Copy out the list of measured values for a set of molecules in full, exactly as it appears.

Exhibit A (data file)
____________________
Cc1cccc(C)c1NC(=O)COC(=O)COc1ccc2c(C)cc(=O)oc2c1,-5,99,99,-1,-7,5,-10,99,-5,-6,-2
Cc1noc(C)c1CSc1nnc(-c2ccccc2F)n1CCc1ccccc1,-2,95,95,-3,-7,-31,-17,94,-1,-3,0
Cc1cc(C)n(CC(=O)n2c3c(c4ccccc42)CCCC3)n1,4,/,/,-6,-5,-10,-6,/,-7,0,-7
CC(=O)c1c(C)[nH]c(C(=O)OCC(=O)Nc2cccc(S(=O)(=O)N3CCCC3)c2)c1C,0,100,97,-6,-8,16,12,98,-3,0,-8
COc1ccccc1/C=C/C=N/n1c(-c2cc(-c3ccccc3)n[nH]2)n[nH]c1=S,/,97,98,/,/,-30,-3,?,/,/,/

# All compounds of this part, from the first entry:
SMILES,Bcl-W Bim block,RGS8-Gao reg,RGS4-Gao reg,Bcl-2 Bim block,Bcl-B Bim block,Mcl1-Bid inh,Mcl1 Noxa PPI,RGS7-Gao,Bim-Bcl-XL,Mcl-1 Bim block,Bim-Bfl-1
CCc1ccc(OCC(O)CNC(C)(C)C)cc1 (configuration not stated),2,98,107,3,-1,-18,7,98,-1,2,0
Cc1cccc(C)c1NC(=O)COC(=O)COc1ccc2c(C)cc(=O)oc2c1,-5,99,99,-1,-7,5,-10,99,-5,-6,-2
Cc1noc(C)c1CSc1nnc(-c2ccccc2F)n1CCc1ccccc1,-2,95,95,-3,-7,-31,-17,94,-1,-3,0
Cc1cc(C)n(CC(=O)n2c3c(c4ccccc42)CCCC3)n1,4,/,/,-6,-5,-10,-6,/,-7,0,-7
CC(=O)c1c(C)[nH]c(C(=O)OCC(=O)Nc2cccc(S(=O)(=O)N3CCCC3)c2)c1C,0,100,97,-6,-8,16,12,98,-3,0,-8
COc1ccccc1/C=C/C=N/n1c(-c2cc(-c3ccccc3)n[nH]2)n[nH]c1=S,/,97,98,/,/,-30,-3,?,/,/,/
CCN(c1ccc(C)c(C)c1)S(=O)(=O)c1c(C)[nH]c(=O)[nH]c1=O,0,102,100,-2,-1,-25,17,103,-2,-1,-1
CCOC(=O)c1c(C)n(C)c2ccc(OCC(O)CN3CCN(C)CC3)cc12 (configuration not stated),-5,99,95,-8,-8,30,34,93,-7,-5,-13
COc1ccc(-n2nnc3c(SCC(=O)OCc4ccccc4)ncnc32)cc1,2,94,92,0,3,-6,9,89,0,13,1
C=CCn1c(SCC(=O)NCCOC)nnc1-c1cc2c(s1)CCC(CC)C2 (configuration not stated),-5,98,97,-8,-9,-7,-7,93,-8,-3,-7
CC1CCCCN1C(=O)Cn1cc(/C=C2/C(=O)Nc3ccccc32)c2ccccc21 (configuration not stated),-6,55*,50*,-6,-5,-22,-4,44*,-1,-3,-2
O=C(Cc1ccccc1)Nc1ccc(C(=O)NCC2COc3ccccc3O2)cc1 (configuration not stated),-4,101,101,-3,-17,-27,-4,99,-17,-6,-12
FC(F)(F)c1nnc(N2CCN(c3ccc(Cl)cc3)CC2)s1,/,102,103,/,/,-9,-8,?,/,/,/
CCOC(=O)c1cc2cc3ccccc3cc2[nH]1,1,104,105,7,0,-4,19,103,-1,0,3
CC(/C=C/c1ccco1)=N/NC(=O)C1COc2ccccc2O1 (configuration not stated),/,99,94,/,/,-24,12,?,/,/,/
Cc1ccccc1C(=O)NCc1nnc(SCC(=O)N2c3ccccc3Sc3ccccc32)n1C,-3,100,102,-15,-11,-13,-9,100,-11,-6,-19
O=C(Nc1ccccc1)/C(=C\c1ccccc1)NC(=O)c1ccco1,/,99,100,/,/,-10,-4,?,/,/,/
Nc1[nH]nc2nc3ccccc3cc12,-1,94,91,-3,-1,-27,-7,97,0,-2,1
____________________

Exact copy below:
Cc1cccc(C)c1NC(=O)COC(=O)COc1ccc2c(C)cc(=O)oc2c1,-5,99,99,-1,-7,5,-10,99,-5,-6,-2
Cc1noc(C)c1CSc1nnc(-c2ccccc2F)n1CCc1ccccc1,-2,95,95,-3,-7,-31,-17,94,-1,-3,0
Cc1cc(C)n(CC(=O)n2c3c(c4ccccc42)CCCC3)n1,4,/,/,-6,-5,-10,-6,/,-7,0,-7
CC(=O)c1c(C)[nH]c(C(=O)OCC(=O)Nc2cccc(S(=O)(=O)N3CCCC3)c2)c1C,0,100,97,-6,-8,16,12,98,-3,0,-8
COc1ccccc1/C=C/C=N/n1c(-c2cc(-c3ccccc3)n[nH]2)n[nH]c1=S,/,97,98,/,/,-30,-3,?,/,/,/

# All compounds of this part, from the first entry:
SMILES,Bcl-W Bim block,RGS8-Gao reg,RGS4-Gao reg,Bcl-2 Bim block,Bcl-B Bim block,Mcl1-Bid inh,Mcl1 Noxa PPI,RGS7-Gao,Bim-Bcl-XL,Mcl-1 Bim block,Bim-Bfl-1
CCc1ccc(OCC(O)CNC(C)(C)C)cc1 (configuration not stated),2,98,107,3,-1,-18,7,98,-1,2,0
Cc1cccc(C)c1NC(=O)COC(=O)COc1ccc2c(C)cc(=O)oc2c1,-5,99,99,-1,-7,5,-10,99,-5,-6,-2
Cc1noc(C)c1CSc1nnc(-c2ccccc2F)n1CCc1ccccc1,-2,95,95,-3,-7,-31,-17,94,-1,-3,0
Cc1cc(C)n(CC(=O)n2c3c(c4ccccc42)CCCC3)n1,4,/,/,-6,-5,-10,-6,/,-7,0,-7
CC(=O)c1c(C)[nH]c(C(=O)OCC(=O)Nc2cccc(S(=O)(=O)N3CCCC3)c2)c1C,0,100,97,-6,-8,16,12,98,-3,0,-8
COc1ccccc1/C=C/C=N/n1c(-c2cc(-c3ccccc3)n[nH]2)n[nH]c1=S,/,97,98,/,/,-30,-3,?,/,/,/
CCN(c1ccc(C)c(C)c1)S(=O)(=O)c1c(C)[nH]c(=O)[nH]c1=O,0,102,100,-2,-1,-25,17,103,-2,-1,-1
CCOC(=O)c1c(C)n(C)c2ccc(OCC(O)CN3CCN(C)CC3)cc12 (configuration not stated),-5,99,95,-8,-8,30,34,93,-7,-5,-13
COc1ccc(-n2nnc3c(SCC(=O)OCc4ccccc4)ncnc32)cc1,2,94,92,0,3,-6,9,89,0,13,1
C=CCn1c(SCC(=O)NCCOC)nnc1-c1cc2c(s1)CCC(CC)C2 (configuration not stated),-5,98,97,-8,-9,-7,-7,93,-8,-3,-7
CC1CCCCN1C(=O)Cn1cc(/C=C2/C(=O)Nc3ccccc32)c2ccccc21 (configuration not stated),-6,55*,50*,-6,-5,-22,-4,44*,-1,-3,-2
O=C(Cc1ccccc1)Nc1ccc(C(=O)NCC2COc3ccccc3O2)cc1 (configuration not stated),-4,101,101,-3,-17,-27,-4,99,-17,-6,-12
FC(F)(F)c1nnc(N2CCN(c3ccc(Cl)cc3)CC2)s1,/,102,103,/,/,-9,-8,?,/,/,/
CCOC(=O)c1cc2cc3ccccc3cc2[nH]1,1,104,105,7,0,-4,19,103,-1,0,3
CC(/C=C/c1ccco1)=N/NC(=O)C1COc2ccccc2O1 (configuration not stated),/,99,94,/,/,-24,12,?,/,/,/
Cc1ccccc1C(=O)NCc1nnc(SCC(=O)N2c3ccccc3Sc3ccccc32)n1C,-3,100,102,-15,-11,-13,-9,100,-11,-6,-19
O=C(Nc1ccccc1)/C(=C\c1ccccc1)NC(=O)c1ccco1,/,99,100,/,/,-10,-4,?,/,/,/
Nc1[nH]nc2nc3ccccc3cc12,-1,94,91,-3,-1,-27,-7,97,0,-2,1